Get Email Updates!

Concentration of CO2 in the Atmosphere

For the Love of Foam

Larry Plesent

I love foam. I like it on my skin, in my coffee and on top of my beer. Foam is both fun and cool. Not everyone knows or cares that the bubbles in foam always have an odd number of sides in the presence of gravity. Or that despite being 95% gas, a glob of foam continues to act like a springy solid. Or that increasing the liquid-to-gas ratio results in flattened bubbles that might just mimic the true shape of our entire universe!

People like to see large, quick bubbles from their soap. It lets them know the soap is working. However, it is small dense bubbles which are perceived as creating a “rich” and “luxurious” foam. Formulating for a mix of quick large bubbles, small dense bubbles, and medium-sized “filler” bubbles is just one of the many factors to consider when creating natural products.

Enter the foaming dispenser cap. Invented in the Netherlands about 20 years ago, the foamer cap was brought to the U.S. just about 18 years ago. Factoid: The first liquid placed into a foamer for demonstration purposes in the USA was made by Vermont Soap. Years later Vermont Soap created the first USDA organic foam soap. More recently, we released the first 95% USDA organic foam soap (which can bear the USDA organic logo).

Foamer caps pump liquid soap or detergent through a series of screens to aerate it, resulting in a rich, full and creamy mass of shaving-cream-like bubbles delivered into the palm of your hand. No agitation required. Viscosity must be adjusted to fit the tool, but the principle is straight forward. Air + water + surfactant = foam. Adding sugars and oils can alter the physical results to create longer-lasting bubbles or a milder skin feel (softer foams).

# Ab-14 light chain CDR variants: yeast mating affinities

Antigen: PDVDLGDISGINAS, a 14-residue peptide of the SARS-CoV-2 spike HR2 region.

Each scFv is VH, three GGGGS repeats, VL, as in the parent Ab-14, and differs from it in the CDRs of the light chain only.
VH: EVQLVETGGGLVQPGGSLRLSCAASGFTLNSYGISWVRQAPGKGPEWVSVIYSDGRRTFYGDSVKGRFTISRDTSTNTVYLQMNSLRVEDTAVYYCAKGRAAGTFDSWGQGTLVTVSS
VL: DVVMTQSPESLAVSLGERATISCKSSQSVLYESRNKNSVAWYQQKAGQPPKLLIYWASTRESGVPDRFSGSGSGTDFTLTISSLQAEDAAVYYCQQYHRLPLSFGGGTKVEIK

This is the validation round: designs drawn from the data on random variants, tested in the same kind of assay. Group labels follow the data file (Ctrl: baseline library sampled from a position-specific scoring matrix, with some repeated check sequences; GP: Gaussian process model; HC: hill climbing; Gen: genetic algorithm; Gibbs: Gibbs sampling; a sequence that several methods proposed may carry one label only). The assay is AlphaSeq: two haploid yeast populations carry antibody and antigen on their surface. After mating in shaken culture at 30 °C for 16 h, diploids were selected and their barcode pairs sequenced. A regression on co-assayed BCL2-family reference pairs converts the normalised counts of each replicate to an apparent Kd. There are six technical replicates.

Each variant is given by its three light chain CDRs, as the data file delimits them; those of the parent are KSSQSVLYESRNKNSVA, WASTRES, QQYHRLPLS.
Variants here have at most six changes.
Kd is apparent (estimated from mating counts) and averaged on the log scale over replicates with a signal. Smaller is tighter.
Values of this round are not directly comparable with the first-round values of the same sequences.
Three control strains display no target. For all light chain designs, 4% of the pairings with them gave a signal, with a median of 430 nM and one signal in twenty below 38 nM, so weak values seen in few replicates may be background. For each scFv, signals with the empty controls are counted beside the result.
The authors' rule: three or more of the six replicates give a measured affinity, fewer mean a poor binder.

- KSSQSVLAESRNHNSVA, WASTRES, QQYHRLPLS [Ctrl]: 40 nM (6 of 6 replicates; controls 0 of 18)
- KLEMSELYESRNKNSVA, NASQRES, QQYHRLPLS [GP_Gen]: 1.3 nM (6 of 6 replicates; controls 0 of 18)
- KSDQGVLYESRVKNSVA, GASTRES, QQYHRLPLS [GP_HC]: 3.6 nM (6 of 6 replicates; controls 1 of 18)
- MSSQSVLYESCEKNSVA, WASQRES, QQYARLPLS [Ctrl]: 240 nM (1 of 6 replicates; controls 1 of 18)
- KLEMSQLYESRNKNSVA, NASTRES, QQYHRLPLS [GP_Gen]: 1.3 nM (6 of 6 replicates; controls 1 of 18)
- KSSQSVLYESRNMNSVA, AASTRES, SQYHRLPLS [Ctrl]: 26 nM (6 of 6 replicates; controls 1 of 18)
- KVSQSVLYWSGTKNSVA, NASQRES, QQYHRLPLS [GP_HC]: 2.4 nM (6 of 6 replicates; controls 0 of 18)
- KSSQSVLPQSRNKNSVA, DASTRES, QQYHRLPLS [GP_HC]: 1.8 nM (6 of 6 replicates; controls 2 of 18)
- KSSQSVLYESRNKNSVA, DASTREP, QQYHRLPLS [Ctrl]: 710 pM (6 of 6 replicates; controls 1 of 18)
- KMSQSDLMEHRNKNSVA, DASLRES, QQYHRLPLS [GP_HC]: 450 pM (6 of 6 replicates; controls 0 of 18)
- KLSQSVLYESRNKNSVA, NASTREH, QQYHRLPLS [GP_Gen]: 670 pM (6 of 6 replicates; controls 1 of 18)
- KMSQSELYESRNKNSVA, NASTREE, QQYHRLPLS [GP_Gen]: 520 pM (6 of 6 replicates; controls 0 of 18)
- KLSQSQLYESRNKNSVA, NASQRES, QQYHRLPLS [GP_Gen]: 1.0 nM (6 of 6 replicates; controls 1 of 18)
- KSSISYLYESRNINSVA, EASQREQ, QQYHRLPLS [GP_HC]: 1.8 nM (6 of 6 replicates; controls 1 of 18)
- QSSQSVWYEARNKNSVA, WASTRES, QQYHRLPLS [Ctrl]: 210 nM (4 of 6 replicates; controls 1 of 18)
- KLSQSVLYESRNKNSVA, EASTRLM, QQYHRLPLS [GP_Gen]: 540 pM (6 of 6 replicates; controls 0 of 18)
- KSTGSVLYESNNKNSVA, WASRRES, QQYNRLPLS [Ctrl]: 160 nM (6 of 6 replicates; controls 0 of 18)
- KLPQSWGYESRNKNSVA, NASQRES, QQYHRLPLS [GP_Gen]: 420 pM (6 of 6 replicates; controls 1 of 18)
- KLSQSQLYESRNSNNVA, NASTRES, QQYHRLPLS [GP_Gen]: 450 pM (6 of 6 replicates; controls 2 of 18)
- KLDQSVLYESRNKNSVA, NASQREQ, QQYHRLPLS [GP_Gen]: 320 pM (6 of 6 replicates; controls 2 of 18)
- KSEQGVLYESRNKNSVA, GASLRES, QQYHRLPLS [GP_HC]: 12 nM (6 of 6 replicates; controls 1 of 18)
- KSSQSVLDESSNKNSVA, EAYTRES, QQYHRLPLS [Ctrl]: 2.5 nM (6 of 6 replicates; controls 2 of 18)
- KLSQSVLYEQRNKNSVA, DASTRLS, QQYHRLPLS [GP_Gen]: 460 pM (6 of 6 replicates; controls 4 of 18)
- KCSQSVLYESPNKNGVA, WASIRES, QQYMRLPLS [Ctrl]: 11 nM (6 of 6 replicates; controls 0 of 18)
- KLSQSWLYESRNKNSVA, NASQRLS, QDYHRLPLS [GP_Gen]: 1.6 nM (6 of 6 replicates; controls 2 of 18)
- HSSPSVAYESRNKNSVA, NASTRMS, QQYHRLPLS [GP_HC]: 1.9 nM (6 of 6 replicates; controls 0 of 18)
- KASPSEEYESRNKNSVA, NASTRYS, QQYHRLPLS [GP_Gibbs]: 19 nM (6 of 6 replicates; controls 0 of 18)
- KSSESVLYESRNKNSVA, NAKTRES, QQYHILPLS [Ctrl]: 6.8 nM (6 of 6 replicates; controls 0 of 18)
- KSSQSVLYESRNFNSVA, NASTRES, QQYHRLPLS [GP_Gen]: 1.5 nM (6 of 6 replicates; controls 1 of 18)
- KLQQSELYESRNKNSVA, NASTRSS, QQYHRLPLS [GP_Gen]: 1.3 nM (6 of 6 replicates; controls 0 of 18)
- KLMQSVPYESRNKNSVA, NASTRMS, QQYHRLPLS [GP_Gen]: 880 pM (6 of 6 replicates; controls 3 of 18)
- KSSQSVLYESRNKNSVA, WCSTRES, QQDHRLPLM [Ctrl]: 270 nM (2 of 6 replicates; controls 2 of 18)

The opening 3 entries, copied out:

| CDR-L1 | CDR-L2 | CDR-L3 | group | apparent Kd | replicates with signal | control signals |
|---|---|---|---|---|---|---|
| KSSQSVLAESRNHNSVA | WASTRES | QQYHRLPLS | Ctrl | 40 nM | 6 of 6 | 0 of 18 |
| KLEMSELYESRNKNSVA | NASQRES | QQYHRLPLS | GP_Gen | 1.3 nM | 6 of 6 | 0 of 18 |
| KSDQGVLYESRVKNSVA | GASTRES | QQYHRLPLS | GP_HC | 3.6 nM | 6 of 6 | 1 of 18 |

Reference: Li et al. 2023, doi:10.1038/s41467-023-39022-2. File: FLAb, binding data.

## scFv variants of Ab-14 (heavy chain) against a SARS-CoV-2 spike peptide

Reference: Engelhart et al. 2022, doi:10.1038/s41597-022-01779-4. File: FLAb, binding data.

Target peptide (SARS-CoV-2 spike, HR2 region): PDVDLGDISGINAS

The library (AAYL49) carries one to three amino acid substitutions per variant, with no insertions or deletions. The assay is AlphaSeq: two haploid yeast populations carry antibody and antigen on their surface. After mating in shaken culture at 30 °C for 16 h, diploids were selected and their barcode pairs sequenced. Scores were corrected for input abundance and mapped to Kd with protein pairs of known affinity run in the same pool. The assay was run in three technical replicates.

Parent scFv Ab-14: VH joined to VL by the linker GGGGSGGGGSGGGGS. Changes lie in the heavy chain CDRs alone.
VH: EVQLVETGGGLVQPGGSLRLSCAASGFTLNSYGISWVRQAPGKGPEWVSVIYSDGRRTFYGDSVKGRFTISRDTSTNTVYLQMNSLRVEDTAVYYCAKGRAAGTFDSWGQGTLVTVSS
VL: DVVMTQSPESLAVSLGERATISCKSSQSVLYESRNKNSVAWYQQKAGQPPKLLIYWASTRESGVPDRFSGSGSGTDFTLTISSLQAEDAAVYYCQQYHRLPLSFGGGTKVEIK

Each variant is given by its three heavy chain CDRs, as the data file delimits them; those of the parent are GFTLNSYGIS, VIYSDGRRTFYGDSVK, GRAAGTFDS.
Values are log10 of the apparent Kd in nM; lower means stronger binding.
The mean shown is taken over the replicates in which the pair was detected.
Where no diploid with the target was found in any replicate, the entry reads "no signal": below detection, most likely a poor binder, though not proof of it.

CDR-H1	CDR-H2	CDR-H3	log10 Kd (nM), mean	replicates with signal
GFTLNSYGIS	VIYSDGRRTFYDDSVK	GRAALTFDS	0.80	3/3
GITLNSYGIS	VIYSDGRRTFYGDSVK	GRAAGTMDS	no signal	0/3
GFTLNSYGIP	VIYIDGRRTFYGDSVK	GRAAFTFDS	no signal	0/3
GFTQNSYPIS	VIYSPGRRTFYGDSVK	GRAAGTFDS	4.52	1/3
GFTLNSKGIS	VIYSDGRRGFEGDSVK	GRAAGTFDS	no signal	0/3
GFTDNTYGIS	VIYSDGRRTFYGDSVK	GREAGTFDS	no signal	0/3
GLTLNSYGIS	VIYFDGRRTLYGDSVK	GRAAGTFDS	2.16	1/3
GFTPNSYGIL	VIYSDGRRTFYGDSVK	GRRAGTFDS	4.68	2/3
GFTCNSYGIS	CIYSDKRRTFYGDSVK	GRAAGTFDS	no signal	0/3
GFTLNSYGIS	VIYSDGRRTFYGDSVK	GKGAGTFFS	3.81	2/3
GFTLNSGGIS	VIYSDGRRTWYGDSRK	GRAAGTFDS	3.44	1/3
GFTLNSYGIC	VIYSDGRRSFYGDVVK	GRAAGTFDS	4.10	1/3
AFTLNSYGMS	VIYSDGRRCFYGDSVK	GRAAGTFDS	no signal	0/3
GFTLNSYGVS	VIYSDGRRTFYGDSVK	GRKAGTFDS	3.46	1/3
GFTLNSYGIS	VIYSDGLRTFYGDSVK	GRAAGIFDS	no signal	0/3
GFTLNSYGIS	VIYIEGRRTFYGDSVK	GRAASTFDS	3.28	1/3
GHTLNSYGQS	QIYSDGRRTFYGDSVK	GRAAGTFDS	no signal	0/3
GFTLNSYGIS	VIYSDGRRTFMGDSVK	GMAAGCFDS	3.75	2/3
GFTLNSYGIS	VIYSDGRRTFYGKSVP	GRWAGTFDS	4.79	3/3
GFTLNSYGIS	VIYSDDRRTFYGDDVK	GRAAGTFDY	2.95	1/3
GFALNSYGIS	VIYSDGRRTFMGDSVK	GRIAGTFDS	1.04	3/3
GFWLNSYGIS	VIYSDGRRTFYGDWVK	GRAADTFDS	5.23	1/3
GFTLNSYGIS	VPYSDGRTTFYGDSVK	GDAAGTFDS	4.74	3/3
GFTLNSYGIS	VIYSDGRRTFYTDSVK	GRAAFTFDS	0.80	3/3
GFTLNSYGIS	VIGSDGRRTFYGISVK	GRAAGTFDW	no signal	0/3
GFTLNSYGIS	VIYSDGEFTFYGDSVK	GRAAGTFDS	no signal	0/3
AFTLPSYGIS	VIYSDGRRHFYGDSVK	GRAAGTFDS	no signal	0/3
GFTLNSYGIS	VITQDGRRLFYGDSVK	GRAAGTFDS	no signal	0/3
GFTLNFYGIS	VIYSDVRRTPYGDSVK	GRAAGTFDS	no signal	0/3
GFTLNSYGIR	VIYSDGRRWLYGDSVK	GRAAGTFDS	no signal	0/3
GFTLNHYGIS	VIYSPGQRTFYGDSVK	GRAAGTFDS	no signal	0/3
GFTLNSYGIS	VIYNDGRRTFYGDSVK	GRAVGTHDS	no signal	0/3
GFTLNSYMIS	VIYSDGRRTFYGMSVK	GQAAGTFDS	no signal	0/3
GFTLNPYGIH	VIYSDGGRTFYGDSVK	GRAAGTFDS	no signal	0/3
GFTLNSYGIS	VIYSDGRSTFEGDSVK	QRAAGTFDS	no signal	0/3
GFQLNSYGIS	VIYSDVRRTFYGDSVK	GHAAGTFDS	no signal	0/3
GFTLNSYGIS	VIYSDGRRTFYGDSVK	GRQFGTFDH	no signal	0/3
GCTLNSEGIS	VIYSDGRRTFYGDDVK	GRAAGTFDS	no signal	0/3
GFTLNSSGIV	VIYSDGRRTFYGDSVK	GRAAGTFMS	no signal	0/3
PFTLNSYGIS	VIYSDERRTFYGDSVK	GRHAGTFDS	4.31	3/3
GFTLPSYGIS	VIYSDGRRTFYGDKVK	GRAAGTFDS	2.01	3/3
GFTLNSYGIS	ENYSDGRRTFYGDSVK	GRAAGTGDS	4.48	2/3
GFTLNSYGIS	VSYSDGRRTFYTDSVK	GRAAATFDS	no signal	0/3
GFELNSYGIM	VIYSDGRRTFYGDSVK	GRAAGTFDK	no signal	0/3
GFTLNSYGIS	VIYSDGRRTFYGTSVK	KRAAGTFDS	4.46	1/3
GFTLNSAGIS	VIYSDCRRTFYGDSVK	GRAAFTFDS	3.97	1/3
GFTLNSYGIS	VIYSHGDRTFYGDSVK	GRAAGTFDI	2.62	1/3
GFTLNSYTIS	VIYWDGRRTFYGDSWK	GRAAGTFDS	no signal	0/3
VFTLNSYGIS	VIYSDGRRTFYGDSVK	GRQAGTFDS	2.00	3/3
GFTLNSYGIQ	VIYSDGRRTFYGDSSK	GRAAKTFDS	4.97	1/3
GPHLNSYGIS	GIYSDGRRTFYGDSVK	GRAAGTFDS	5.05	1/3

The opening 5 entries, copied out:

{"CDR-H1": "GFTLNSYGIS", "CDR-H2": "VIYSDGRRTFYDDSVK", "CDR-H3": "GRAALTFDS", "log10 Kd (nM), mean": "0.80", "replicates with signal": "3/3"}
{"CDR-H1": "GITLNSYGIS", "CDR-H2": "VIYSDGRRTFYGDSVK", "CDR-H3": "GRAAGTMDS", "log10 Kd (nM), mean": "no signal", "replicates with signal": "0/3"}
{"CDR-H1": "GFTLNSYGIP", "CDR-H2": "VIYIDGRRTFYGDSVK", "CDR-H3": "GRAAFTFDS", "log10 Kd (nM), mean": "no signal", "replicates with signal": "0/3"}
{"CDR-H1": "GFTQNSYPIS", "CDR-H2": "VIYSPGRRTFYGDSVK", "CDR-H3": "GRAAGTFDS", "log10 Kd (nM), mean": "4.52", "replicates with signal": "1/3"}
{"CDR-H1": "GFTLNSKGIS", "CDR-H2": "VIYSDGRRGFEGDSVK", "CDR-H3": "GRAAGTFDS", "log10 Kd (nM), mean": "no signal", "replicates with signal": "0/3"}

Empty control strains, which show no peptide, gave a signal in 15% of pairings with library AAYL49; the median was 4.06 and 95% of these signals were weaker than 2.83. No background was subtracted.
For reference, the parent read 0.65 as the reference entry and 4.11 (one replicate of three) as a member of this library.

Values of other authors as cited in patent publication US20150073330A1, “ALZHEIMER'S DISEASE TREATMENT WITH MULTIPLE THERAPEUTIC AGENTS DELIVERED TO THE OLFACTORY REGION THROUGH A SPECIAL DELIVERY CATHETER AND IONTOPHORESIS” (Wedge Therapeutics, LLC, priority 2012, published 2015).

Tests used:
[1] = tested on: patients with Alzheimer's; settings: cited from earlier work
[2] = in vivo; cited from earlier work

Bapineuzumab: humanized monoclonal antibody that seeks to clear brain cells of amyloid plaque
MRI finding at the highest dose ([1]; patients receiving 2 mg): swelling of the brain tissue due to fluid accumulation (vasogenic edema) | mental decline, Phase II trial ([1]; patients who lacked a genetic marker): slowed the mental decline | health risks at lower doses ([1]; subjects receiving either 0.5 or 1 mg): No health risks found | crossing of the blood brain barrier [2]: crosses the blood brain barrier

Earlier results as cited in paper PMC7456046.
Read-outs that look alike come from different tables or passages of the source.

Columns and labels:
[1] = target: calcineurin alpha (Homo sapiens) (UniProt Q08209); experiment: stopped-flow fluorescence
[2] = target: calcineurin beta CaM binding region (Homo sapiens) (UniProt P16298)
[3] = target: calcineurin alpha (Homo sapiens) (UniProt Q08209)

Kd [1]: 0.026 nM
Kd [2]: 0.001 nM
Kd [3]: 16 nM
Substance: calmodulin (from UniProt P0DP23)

Early foamer caps seemed to last forever. But over time engineers learned how to cheapen the valves on inexpensive, stand-alone foamers that let air return to the cap and raise the piston for its next use. This built in obsolescence of the pump mechanism reduces the average number of “doses” per unit before the pump fails. While it might be good for the shareholders, this is certainly a less than ideal situation for the planet and for those wishing to refill their foamer pumps! Keep this in mind when purchasing budget (and sometimes not so budget) foamer caps.

Raise your latte, beer or soap in a moment of appreciation for the humble foam! And have an awesome today.

Larry Plesent is a writer and natural products formulator living and working in the Green Mountains of central Vermont. Read more at www.vermontsoap.com/category/blog/.

Captions (Photos coming):

Dispensing foam soap on your hand pic: Dispensing foam. Image: Wikipedia.

Foam Bubble pic: Bubbles. Image: Flickr/Chris Dlugosz

Leave a Reply

You can use these HTML tags

<a href="" title=""> <abbr title=""> <acronym title=""> <b> <blockquote cite=""> <cite> <code> <del datetime=""> <em> <i> <q cite=""> <s> <strike> <strong>